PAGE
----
Concerned initially with how we reflect on solitude, the stars, and the grandeur of nature, this chapter turns from the universal world, symbolized in the stars that Emerson views at night, and focuses on how we perceive objects around us. Emerson speaks of the landscape in which he walks and how he, as a poet, can best integrate all that he sees. What is most important in this sequence is the similar ways we perceive the various objects — stars, the landscape, and the poet.
Emerson's gazing at stars is an example of nightly rediscovering the eternal — making each experience new — and continues the theme of progress from the introduction. Added to this theme is a second one, the theme of accessibility. Using stars as symbols of the universe, Emerson states that we take stars for granted because they are always present in our lives, no matter where we live. However, although they are accessible because we can see them, they are also inaccessible: Their distance from us makes them more elusive than we might imagine.
Emerson then moves from commenting on the faraway stars to discussing the immediate landscape around him. Creating a bond between stars and the landscape, he furthers the theme of a chain linking everything in the universe. Just as stars are accessible to all who will take the time to gaze at them, so too is the everyday landscape around us. Recalling the farms he sees while walking, Emerson encourages us to perceive nature as an integrated whole — and not merely as a collection of individual objects. He distinguishes between knowing who owns various farms and being able to see a unified landscape vista, of which the farms form but a single part.
Claiming that the person who is most likely to see the whole of things is the poet, Emerson differentiates between the poet and other people: The poet, he says, is one of the few people who can see nature plainly, not superficially, as most of us do. In order for us to see nature plainly, we must cast off old ways of seeing. Here, again, the theme of casting off is present: Instead of the theories and the past ("the dry bones") that Emerson said needed to be discarded, the person who yearns to see with new eyes must cast off years like a snake sheds its skin, revealing the child within. A child, Emerson says, accepts nature as it is rather than manipulating it into something it is not, as an adult would do.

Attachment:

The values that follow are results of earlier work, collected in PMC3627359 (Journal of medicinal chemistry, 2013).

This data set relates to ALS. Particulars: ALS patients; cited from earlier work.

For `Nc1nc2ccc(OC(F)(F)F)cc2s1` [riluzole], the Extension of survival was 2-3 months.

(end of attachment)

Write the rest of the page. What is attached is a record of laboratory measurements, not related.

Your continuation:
Emerson states that when he himself stands in the woods, he feels the Universal Being flowing through him. This notion of the Universal Being, which he identifies with God, is what many readers identify as transcendentalism. Every object in nature, including each human, partakes of this animating life force; through it, all objects in nature are linked. However, Emerson suggests a paradoxical relationship when he writes, "I am nothing. I see all." Finding oneself only by first losing oneself is a recurring — and puzzling — theme in much transcendental thinking. We must read many of Emerson's ideas symbolically rather than literally, and, above all, we should remember the importance of his message and not get sidetracked by the images he uses to communicate his ideas.
Finally, Emerson returns to the key idea in the poetic line of Plotinus: Nature does not have a personality that it alone devises. Humans, he says, who are paramount over nature, grant to it human characteristics we perceive it to have.